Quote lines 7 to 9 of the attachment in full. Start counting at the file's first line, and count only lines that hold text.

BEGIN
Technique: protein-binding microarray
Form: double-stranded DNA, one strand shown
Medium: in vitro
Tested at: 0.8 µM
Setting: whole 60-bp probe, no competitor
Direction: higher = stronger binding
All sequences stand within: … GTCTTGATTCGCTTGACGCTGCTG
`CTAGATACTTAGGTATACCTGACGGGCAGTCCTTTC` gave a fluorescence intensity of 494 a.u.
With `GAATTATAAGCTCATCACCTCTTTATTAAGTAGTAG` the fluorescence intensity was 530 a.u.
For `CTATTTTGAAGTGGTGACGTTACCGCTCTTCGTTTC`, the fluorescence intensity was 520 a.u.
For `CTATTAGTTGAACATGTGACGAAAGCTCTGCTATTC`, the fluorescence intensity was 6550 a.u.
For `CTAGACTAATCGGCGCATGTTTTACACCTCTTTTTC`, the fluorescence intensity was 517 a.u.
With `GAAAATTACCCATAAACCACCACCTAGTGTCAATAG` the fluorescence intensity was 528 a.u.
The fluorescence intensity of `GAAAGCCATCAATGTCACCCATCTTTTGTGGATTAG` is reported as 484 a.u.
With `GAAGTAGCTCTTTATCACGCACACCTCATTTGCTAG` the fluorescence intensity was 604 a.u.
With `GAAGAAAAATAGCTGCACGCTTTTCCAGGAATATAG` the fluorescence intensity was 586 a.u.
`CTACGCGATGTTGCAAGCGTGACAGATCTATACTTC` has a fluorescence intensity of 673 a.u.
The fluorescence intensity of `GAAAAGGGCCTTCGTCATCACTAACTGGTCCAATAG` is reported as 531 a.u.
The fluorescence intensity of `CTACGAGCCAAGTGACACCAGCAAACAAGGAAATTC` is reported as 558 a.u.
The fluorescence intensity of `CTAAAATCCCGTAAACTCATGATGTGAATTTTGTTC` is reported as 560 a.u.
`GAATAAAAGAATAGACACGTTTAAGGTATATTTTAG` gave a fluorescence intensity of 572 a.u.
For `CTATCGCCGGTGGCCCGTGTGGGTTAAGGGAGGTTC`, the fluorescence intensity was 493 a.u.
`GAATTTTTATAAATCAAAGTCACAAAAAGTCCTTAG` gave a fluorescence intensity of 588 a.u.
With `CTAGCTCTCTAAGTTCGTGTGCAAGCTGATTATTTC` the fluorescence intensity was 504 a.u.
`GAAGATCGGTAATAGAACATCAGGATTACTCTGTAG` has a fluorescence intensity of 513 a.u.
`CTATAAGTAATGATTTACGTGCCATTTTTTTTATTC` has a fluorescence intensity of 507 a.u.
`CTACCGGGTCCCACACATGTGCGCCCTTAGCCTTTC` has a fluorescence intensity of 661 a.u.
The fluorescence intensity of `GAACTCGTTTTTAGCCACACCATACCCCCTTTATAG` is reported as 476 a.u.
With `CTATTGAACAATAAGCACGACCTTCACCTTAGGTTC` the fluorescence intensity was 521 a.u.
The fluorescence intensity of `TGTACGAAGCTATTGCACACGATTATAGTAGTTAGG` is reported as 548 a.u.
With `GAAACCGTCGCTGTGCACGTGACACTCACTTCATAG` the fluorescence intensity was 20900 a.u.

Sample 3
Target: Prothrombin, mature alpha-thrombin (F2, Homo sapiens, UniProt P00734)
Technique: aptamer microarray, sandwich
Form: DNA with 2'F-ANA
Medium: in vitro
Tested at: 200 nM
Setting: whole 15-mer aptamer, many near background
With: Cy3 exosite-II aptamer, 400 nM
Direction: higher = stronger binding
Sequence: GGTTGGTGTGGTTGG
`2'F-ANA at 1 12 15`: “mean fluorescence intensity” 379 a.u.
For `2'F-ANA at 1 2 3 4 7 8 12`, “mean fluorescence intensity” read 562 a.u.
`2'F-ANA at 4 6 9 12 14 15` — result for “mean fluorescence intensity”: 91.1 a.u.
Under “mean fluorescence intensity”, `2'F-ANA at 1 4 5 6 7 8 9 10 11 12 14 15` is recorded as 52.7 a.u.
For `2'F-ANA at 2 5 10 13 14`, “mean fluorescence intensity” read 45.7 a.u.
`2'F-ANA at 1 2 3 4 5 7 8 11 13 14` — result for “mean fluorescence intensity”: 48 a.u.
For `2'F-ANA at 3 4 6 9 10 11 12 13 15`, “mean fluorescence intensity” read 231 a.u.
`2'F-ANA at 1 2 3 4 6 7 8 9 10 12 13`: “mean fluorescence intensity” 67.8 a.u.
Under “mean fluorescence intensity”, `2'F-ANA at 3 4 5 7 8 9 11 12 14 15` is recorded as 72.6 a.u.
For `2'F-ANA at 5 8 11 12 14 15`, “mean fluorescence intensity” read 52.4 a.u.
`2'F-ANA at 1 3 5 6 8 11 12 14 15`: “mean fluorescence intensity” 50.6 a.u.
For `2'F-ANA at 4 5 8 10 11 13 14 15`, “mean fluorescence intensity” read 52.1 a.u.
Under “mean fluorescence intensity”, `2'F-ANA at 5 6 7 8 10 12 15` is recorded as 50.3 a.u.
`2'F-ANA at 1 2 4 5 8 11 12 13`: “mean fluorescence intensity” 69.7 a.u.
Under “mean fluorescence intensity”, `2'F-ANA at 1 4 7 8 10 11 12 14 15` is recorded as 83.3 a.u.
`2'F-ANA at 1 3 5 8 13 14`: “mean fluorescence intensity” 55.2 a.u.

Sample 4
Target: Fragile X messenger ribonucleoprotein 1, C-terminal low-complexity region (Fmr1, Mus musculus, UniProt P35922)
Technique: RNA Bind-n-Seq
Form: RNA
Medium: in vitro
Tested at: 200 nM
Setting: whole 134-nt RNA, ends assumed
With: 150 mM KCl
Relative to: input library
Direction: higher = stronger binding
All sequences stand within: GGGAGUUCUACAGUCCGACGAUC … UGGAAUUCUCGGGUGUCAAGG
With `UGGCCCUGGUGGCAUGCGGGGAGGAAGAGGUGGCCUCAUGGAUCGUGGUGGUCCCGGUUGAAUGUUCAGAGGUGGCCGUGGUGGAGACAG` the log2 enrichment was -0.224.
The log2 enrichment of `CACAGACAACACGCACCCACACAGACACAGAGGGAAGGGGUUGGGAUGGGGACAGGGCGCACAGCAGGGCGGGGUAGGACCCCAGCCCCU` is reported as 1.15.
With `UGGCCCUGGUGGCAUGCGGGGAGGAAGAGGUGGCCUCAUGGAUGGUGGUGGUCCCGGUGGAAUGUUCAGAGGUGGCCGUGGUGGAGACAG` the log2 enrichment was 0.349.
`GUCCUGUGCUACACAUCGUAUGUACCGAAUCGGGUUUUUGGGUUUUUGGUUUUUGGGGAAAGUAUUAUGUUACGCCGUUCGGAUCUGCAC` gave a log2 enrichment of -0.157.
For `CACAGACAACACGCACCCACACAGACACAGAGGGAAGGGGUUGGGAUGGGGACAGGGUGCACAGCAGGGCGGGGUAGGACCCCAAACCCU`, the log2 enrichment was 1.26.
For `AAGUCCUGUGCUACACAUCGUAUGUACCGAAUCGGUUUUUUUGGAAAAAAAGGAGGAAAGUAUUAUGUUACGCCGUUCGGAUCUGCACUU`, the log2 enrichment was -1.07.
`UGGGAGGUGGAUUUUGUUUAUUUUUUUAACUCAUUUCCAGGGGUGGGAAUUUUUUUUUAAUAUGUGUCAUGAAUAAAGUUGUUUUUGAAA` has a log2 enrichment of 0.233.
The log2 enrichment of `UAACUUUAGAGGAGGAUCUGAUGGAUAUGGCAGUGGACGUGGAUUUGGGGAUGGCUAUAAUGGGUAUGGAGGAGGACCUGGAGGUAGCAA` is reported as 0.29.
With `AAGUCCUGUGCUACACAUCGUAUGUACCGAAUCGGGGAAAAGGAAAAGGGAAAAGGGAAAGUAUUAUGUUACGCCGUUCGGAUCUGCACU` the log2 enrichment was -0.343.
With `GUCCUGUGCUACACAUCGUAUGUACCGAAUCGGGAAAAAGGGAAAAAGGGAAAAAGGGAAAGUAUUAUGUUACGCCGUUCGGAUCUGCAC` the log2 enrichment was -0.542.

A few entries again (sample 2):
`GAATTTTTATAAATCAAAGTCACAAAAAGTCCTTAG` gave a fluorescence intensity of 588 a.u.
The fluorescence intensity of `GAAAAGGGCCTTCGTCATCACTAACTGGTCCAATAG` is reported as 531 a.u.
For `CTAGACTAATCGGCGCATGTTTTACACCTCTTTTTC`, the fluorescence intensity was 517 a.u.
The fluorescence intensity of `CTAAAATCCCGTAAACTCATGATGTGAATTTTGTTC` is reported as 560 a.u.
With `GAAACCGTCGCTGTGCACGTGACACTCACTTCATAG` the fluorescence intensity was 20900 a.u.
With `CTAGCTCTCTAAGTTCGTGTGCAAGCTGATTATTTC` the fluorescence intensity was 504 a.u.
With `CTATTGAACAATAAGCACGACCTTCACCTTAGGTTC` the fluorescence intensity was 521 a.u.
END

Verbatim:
All sequences stand within: … GTCTTGATTCGCTTGACGCTGCTG
`CTAGATACTTAGGTATACCTGACGGGCAGTCCTTTC` gave a fluorescence intensity of 494 a.u.
With `GAATTATAAGCTCATCACCTCTTTATTAAGTAGTAG` the fluorescence intensity was 530 a.u.